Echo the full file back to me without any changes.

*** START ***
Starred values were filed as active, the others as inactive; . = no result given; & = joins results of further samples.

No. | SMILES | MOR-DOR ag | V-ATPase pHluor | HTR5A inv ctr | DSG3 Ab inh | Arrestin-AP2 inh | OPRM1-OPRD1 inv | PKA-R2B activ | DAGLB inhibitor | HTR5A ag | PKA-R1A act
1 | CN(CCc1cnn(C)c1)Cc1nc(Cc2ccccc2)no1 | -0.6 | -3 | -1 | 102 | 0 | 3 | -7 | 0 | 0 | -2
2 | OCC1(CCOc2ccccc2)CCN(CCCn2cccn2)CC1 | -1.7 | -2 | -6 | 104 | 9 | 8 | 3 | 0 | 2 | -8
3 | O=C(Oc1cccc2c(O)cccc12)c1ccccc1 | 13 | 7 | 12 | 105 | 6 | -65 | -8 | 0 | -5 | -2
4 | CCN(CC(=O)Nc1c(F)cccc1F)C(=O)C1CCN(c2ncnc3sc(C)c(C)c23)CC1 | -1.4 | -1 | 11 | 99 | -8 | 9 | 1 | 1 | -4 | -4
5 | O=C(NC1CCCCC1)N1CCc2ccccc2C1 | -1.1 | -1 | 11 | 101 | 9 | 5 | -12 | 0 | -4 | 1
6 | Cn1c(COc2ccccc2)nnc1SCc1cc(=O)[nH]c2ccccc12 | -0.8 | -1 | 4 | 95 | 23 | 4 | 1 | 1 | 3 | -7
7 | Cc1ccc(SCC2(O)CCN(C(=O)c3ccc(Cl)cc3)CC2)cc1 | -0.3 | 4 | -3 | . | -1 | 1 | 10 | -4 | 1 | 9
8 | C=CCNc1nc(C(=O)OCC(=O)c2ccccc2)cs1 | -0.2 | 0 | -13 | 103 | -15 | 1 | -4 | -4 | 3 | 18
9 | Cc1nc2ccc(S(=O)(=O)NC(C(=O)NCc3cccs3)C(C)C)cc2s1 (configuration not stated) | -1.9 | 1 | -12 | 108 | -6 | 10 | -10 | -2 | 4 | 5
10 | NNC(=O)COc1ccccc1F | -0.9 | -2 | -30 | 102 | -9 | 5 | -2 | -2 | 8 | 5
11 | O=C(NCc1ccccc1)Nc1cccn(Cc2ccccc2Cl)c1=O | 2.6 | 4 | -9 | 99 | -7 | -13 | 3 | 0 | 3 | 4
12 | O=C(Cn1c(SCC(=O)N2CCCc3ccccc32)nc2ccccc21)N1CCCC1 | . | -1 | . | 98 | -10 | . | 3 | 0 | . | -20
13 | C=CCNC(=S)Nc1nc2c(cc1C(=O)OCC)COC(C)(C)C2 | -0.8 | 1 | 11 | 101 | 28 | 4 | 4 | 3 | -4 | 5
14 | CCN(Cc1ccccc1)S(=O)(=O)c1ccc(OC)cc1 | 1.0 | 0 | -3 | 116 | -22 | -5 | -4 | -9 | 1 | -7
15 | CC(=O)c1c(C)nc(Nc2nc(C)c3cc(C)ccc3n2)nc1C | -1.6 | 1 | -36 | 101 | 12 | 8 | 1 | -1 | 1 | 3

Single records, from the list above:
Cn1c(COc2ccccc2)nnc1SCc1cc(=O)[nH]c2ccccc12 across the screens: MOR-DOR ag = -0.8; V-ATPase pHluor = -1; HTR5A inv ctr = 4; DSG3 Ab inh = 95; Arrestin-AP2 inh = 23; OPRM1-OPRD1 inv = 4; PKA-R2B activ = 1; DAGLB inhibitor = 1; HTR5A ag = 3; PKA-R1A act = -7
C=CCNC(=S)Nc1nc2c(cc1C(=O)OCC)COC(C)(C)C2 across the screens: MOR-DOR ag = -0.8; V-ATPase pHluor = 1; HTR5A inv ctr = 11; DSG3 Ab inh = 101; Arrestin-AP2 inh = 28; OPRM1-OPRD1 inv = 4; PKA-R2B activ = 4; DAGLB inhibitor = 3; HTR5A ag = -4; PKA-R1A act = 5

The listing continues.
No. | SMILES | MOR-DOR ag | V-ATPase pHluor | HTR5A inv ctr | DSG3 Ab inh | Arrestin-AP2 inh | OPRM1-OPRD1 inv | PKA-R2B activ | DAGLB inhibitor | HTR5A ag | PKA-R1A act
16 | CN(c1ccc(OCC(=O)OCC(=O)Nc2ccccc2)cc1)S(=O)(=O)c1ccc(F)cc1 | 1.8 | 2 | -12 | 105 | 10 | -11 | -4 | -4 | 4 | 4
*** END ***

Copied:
Starred values were filed as active, the others as inactive; . = no result given; & = joins results of further samples.

No. | SMILES | MOR-DOR ag | V-ATPase pHluor | HTR5A inv ctr | DSG3 Ab inh | Arrestin-AP2 inh | OPRM1-OPRD1 inv | PKA-R2B activ | DAGLB inhibitor | HTR5A ag | PKA-R1A act
1 | CN(CCc1cnn(C)c1)Cc1nc(Cc2ccccc2)no1 | -0.6 | -3 | -1 | 102 | 0 | 3 | -7 | 0 | 0 | -2
2 | OCC1(CCOc2ccccc2)CCN(CCCn2cccn2)CC1 | -1.7 | -2 | -6 | 104 | 9 | 8 | 3 | 0 | 2 | -8
3 | O=C(Oc1cccc2c(O)cccc12)c1ccccc1 | 13 | 7 | 12 | 105 | 6 | -65 | -8 | 0 | -5 | -2
4 | CCN(CC(=O)Nc1c(F)cccc1F)C(=O)C1CCN(c2ncnc3sc(C)c(C)c23)CC1 | -1.4 | -1 | 11 | 99 | -8 | 9 | 1 | 1 | -4 | -4
5 | O=C(NC1CCCCC1)N1CCc2ccccc2C1 | -1.1 | -1 | 11 | 101 | 9 | 5 | -12 | 0 | -4 | 1
6 | Cn1c(COc2ccccc2)nnc1SCc1cc(=O)[nH]c2ccccc12 | -0.8 | -1 | 4 | 95 | 23 | 4 | 1 | 1 | 3 | -7
7 | Cc1ccc(SCC2(O)CCN(C(=O)c3ccc(Cl)cc3)CC2)cc1 | -0.3 | 4 | -3 | . | -1 | 1 | 10 | -4 | 1 | 9
8 | C=CCNc1nc(C(=O)OCC(=O)c2ccccc2)cs1 | -0.2 | 0 | -13 | 103 | -15 | 1 | -4 | -4 | 3 | 18
9 | Cc1nc2ccc(S(=O)(=O)NC(C(=O)NCc3cccs3)C(C)C)cc2s1 (configuration not stated) | -1.9 | 1 | -12 | 108 | -6 | 10 | -10 | -2 | 4 | 5
10 | NNC(=O)COc1ccccc1F | -0.9 | -2 | -30 | 102 | -9 | 5 | -2 | -2 | 8 | 5
11 | O=C(NCc1ccccc1)Nc1cccn(Cc2ccccc2Cl)c1=O | 2.6 | 4 | -9 | 99 | -7 | -13 | 3 | 0 | 3 | 4
12 | O=C(Cn1c(SCC(=O)N2CCCc3ccccc32)nc2ccccc21)N1CCCC1 | . | -1 | . | 98 | -10 | . | 3 | 0 | . | -20
13 | C=CCNC(=S)Nc1nc2c(cc1C(=O)OCC)COC(C)(C)C2 | -0.8 | 1 | 11 | 101 | 28 | 4 | 4 | 3 | -4 | 5
14 | CCN(Cc1ccccc1)S(=O)(=O)c1ccc(OC)cc1 | 1.0 | 0 | -3 | 116 | -22 | -5 | -4 | -9 | 1 | -7
15 | CC(=O)c1c(C)nc(Nc2nc(C)c3cc(C)ccc3n2)nc1C | -1.6 | 1 | -36 | 101 | 12 | 8 | 1 | -1 | 1 | 3

Single records, from the list above:
Cn1c(COc2ccccc2)nnc1SCc1cc(=O)[nH]c2ccccc12 across the screens: MOR-DOR ag = -0.8; V-ATPase pHluor = -1; HTR5A inv ctr = 4; DSG3 Ab inh = 95; Arrestin-AP2 inh = 23; OPRM1-OPRD1 inv = 4; PKA-R2B activ = 1; DAGLB inhibitor = 1; HTR5A ag = 3; PKA-R1A act = -7
C=CCNC(=S)Nc1nc2c(cc1C(=O)OCC)COC(C)(C)C2 across the screens: MOR-DOR ag = -0.8; V-ATPase pHluor = 1; HTR5A inv ctr = 11; DSG3 Ab inh = 101; Arrestin-AP2 inh = 28; OPRM1-OPRD1 inv = 4; PKA-R2B activ = 4; DAGLB inhibitor = 3; HTR5A ag = -4; PKA-R1A act = 5

The listing continues.
No. | SMILES | MOR-DOR ag | V-ATPase pHluor | HTR5A inv ctr | DSG3 Ab inh | Arrestin-AP2 inh | OPRM1-OPRD1 inv | PKA-R2B activ | DAGLB inhibitor | HTR5A ag | PKA-R1A act
16 | CN(c1ccc(OCC(=O)OCC(=O)Nc2ccccc2)cc1)S(=O)(=O)c1ccc(F)cc1 | 1.8 | 2 | -12 | 105 | 10 | -11 | -4 | -4 | 4 | 4